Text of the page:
We hope you can come!
GHOSTS, TROLLS, AND WITCHCRAFT A SABBATICAL LECTURE about religious change in Iceland by Prof. Margaret Cormack of the Department of Religious Studies. Beattey 220, 10/31, 6:30 PM
What do you do when, as the result of an administrative decision, a whole series of beings on whom you had relied for aid against the forces of evil (trolls, demons, draugar and magicians) are no longer accessible – in fact, no longer exist? This was the situation that faced Europeans in general, and Icelanders in particular, at the time of the Protestant Reformation. In Iceland, the trolls and draugar who inhabited the waste spaces and were active in the long winter nights still had to be dealt with; furthermore, there was a new emphasis on the possible harm caused by human magicians. A first-person account of the sufferings of a seventeenth-century Icelandic clergyman illustrates the failure of orthodox Lutheran theology to address these issues, while nineteenth-century folklore suggests practical ways of dealing with hostile supernatural beings. Bring your students to this Halloween kick-off!
We hope you can join us Tuesday 10/23 for the viewing of a documentary film Hell House. Then on Friday 10/26 Dr. Siegler will take the student club to an evangelical Haunted House located in West Ashley. Participating students will meet at our department lounge at 4 Glebe at 5:45. Please let us know if you are interested in going so that carpooling can be arranged.
Dr. Elijah Siegler’s article on religion, atheism and film has been published in the Journal of the American Academy of Religion, and you can read about it on our Dean’s blog too:
Siegler to discuss ‘Global Daoism’
Posted: October 05, 2012
LEWISBURG, Pa. — Elijah Siegler will give the talk, “Dream Trippers: Global Daoism and the Quest for Authenticity,” Monday, Oct. 15, at 5 p.m. in the Gallery Theatre of the Elaine Langone Center at Bucknell University.The talk, which is free and open to the public, is part of the university’s Charles H. Watts II Humanities Institute series, “Dis-orienting America: Asian Religions and U.S. Culture.”An associate professor of religion at the College of Charleston, Siegler will discuss two types of encounters: “spiritual” tours, focusing on China Dream Trip sponsored Healing Tao USA, and Western Daoist scholar-practitioners who have embraced the tenets and practices of Daoism and are researching and living with monks in China.”These scholar-practitioners are often critical of the “New Age” entrepreneurship of the founder of Healing Tao and his ilk,” said Siegler.This talk will focus on one such scholar-practitioner who maintains, as does the leader of the Healing Tao trip, an ongoing relationship with a former vice-abbot of a major Chinese monastery, who is an urban hermit.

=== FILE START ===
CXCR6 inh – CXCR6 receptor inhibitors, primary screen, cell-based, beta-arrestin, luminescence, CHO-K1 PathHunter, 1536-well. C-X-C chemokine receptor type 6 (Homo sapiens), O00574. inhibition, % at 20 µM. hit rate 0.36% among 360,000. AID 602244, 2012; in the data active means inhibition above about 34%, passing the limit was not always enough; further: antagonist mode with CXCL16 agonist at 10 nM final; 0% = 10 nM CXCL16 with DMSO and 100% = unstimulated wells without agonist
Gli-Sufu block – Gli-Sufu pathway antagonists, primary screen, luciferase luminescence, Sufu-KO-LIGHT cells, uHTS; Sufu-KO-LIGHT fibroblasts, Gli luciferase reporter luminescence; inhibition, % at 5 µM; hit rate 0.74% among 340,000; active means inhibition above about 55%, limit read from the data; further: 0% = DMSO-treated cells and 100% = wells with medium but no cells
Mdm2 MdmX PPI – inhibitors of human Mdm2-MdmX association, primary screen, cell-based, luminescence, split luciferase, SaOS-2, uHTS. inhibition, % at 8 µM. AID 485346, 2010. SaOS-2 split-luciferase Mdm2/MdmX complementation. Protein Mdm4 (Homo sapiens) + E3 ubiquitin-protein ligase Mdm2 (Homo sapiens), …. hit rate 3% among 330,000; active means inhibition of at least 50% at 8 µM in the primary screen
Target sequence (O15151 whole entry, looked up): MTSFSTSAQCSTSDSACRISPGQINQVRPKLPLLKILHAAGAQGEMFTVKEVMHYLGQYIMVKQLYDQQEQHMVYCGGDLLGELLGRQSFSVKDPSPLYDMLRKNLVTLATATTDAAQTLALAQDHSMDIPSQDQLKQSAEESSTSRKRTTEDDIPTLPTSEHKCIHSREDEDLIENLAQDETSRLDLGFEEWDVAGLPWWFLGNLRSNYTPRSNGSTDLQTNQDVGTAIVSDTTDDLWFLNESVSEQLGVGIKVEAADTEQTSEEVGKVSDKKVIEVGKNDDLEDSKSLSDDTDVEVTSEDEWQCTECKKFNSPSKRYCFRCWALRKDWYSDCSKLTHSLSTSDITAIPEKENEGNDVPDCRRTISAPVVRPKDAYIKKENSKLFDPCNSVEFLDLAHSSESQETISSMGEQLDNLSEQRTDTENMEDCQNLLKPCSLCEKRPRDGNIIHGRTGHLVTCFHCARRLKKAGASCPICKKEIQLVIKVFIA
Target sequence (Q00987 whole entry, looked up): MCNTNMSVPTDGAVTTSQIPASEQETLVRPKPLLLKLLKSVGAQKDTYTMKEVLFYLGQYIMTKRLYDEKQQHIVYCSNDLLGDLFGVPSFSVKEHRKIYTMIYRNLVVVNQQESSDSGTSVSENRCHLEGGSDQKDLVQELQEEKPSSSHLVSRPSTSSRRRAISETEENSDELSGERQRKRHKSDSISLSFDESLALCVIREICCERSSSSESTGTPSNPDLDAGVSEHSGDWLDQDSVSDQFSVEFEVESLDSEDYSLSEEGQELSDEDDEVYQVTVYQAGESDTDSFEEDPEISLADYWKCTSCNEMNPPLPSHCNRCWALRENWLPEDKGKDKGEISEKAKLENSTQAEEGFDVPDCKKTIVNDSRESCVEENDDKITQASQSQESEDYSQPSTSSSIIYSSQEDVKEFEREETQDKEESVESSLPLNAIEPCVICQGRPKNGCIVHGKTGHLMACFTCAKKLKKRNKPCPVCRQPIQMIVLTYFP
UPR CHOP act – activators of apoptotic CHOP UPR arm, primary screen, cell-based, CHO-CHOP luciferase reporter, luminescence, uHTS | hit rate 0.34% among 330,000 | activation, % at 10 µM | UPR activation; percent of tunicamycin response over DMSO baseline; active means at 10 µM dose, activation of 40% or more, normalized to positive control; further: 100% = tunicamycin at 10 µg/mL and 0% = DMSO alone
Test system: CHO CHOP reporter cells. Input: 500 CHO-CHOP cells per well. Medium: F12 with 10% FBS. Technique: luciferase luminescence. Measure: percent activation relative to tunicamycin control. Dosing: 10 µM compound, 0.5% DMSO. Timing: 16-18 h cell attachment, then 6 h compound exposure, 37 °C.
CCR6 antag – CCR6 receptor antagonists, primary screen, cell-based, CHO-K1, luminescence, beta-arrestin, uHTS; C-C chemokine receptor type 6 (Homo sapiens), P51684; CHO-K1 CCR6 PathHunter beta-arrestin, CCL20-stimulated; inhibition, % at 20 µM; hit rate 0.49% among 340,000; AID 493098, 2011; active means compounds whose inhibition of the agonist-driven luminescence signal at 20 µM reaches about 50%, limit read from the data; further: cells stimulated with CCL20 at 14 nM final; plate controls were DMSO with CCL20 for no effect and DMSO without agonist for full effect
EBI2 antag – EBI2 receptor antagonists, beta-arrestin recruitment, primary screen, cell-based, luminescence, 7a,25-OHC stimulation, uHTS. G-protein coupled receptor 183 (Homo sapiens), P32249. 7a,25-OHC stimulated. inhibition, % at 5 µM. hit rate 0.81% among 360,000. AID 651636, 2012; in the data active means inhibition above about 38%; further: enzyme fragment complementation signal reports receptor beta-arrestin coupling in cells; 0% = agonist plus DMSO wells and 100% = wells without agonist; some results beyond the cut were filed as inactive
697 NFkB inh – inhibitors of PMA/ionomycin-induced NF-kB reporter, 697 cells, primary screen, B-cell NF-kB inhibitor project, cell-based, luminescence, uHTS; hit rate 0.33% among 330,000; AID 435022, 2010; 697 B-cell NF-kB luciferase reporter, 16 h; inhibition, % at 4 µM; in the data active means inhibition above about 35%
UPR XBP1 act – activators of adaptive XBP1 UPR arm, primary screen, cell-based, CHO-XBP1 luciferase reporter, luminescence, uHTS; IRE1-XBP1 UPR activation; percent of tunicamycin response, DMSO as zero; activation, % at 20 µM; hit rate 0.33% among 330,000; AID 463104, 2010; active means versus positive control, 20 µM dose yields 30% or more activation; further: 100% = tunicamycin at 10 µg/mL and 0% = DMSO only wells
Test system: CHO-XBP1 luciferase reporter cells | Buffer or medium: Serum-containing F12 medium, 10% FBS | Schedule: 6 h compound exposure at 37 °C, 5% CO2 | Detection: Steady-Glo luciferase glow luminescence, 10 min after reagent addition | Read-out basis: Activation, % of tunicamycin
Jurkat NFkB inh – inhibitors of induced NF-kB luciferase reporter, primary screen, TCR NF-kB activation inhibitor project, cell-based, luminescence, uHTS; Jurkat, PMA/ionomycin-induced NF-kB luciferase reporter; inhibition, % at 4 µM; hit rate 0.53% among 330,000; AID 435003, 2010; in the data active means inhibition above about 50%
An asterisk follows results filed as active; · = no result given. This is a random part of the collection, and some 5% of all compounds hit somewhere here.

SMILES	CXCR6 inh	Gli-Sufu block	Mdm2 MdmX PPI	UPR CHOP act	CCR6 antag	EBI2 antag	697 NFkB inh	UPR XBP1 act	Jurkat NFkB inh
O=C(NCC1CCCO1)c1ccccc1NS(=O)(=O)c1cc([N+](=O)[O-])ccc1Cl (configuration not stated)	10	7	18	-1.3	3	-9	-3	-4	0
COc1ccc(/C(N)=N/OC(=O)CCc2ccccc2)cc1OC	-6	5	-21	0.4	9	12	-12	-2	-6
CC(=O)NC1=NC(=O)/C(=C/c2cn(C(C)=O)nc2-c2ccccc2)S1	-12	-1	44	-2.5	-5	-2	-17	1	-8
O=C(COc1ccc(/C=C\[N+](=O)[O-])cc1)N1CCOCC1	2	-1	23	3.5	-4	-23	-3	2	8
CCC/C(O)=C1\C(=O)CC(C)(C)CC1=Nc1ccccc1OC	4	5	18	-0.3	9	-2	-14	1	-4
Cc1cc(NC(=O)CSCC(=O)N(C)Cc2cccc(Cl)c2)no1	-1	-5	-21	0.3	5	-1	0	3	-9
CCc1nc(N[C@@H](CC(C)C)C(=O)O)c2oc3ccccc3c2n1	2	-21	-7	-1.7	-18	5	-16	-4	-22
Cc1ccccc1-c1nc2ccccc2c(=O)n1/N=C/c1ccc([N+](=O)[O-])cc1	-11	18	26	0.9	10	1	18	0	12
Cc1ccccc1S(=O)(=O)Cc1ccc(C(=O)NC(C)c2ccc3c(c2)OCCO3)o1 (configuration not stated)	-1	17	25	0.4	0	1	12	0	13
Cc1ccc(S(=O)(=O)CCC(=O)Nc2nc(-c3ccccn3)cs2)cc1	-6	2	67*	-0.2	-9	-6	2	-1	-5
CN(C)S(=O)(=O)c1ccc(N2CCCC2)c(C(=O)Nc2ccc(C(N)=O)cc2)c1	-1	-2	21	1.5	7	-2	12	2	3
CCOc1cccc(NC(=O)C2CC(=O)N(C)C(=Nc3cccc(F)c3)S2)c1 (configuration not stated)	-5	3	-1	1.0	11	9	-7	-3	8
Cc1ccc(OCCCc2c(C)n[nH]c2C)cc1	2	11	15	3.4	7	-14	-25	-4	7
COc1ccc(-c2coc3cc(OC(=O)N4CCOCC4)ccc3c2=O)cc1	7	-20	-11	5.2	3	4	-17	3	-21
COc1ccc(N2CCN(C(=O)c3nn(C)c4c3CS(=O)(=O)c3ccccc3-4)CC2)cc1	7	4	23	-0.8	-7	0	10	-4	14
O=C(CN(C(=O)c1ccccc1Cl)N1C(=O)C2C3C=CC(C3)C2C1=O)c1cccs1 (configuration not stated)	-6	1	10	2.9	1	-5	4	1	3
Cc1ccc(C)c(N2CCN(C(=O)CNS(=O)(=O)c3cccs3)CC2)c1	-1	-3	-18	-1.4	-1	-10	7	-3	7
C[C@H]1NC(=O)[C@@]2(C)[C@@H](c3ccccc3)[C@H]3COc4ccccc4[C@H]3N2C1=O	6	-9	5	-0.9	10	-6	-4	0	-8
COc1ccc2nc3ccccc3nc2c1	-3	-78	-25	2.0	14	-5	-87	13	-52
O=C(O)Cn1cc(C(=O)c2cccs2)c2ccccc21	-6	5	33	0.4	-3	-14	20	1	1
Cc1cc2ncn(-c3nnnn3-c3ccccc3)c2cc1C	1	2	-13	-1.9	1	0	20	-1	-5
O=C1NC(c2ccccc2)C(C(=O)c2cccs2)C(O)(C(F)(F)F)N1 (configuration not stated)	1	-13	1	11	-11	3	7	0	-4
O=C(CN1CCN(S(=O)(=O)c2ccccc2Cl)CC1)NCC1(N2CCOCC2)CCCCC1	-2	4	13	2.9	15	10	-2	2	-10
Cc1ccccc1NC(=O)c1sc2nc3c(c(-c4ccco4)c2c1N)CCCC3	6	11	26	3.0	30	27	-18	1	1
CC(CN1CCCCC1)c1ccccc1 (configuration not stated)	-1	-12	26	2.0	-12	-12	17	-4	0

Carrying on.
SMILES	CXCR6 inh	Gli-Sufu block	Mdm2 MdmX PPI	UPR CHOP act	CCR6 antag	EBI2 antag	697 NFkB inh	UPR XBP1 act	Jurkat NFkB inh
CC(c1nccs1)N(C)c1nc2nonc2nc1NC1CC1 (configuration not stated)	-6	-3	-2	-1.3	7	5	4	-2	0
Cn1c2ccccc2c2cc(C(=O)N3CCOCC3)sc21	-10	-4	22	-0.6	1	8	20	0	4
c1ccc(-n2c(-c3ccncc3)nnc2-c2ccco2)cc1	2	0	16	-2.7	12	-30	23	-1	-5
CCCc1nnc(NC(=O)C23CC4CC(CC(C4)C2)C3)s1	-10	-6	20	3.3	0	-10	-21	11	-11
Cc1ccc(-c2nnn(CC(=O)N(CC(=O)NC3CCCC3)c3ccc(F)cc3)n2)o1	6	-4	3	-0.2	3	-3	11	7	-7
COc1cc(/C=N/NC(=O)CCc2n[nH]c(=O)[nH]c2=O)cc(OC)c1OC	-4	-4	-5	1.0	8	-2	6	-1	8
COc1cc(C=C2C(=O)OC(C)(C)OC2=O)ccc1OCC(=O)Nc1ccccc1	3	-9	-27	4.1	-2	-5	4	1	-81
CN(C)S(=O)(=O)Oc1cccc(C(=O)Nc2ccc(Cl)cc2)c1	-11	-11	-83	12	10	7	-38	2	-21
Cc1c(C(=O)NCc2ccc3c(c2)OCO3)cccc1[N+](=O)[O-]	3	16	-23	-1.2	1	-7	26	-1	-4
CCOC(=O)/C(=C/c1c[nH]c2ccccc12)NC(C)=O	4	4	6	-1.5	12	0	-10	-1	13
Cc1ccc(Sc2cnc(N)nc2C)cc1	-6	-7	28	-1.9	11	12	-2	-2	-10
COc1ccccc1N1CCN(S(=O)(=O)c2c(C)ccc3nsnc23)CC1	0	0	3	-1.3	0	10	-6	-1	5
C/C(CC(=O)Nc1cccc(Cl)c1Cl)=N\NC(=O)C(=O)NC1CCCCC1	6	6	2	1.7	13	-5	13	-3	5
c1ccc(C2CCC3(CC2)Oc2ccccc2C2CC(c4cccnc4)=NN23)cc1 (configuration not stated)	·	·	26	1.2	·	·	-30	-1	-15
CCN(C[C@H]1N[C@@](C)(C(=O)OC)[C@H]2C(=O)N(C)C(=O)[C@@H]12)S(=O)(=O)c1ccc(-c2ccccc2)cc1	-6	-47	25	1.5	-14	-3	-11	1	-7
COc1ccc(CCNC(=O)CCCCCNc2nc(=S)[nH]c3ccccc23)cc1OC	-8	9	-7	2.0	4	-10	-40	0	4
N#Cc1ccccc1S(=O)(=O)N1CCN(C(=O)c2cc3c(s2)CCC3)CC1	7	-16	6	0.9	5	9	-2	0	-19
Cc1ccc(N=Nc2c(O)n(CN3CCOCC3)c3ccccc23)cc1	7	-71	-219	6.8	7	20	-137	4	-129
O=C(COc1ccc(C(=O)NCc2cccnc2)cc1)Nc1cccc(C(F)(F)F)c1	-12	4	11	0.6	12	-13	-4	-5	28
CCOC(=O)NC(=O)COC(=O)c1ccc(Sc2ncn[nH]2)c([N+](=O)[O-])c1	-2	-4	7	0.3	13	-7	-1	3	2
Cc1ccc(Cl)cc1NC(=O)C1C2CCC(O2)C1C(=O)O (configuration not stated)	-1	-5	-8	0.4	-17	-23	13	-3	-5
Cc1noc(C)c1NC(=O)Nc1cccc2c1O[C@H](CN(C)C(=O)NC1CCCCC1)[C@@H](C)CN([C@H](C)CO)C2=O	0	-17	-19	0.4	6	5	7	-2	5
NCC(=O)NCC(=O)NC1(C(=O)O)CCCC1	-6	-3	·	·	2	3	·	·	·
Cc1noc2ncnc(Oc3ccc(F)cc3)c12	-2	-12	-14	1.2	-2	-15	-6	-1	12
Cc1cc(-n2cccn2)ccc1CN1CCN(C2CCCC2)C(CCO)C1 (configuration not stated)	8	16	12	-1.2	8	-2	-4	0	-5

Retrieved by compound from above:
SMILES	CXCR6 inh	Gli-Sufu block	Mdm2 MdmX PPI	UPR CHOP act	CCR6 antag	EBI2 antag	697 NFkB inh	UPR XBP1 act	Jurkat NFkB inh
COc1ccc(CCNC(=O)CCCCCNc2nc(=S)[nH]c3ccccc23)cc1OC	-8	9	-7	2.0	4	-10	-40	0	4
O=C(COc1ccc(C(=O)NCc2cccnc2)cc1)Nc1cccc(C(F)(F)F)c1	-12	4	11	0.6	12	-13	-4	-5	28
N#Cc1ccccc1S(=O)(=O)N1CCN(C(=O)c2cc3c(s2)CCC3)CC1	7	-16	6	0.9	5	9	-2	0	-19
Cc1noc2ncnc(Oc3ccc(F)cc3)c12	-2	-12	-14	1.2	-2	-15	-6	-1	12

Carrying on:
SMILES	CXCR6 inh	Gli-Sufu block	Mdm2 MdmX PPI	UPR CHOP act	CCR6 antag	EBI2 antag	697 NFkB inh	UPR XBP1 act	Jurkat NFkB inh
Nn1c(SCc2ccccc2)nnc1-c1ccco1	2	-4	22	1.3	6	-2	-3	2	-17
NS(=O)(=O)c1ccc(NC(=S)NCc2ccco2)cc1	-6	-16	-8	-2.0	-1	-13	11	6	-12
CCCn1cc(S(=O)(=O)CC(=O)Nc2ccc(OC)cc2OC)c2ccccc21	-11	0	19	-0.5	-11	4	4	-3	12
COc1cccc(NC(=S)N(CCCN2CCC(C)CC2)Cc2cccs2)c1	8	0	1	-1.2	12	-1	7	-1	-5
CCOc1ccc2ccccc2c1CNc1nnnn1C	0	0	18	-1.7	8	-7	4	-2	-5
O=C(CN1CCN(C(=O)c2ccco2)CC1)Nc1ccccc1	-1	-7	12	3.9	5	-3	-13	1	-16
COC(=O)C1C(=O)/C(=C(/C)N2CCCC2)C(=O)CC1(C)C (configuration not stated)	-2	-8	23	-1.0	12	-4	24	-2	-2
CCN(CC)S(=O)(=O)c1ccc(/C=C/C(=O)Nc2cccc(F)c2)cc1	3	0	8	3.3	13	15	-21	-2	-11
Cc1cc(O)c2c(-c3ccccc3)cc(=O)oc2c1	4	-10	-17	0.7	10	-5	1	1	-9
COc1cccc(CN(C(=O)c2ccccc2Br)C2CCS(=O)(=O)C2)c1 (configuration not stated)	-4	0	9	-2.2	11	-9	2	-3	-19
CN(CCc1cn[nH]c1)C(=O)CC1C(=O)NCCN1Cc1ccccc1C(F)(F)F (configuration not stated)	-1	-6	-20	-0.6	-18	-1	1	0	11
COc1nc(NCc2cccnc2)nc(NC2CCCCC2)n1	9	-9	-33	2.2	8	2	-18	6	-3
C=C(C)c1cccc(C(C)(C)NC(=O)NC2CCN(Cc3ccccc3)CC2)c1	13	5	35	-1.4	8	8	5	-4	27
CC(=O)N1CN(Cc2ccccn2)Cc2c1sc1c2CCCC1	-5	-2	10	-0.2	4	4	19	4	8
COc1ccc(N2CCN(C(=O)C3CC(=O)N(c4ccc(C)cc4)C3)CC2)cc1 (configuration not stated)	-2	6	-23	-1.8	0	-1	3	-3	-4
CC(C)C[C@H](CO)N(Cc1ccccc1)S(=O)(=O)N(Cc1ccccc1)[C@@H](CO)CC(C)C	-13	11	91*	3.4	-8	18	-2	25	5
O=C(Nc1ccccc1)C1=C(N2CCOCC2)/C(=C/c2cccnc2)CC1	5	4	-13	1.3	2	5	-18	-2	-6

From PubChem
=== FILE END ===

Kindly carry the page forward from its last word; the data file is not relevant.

“All three of these individuals-the spiritual entrepreneur, the scholar-practitioner, and the monk-hermit – must define themselves in opposition to or in conjunction with the others. And, as they negotiate between the poles of experience vs. intellectual, and perennialism vs. historicism, they each construct different, yet intersecting, visions of “authentic” Daoism,” he said.
Siegler holds a bachelor’s degree in comparative study of religion from Harvard University and a doctorate in religious studies from the University of California at Santa Barbara. Hi research interests include new religious movements, religion and popular culture, Asian religions in America and religious studies pedagogy.
He is the author of New Religious Movements (Prentice Hall, 2007) and numerous article and book chapters exploring Daoism, globalism and Chinese religions, and religion in television cop shows. His most recent book is Dream Trippers: Global Daoism and Predicament of Modern Spirituality, co-authored with David A. Palmer, University of Hong Kong.
The lecture is the second in the series, “Dis-orienting America: Asian Religions and U.S. Culture.” Speakers throughout the semester will explore three major Asian religions — Buddhism, Daoism and Hinduism — that have had an impact on 20th-century high and popular American culture, according to James Shields, assistant professor of comparative humanities and Asian thought at Bucknell.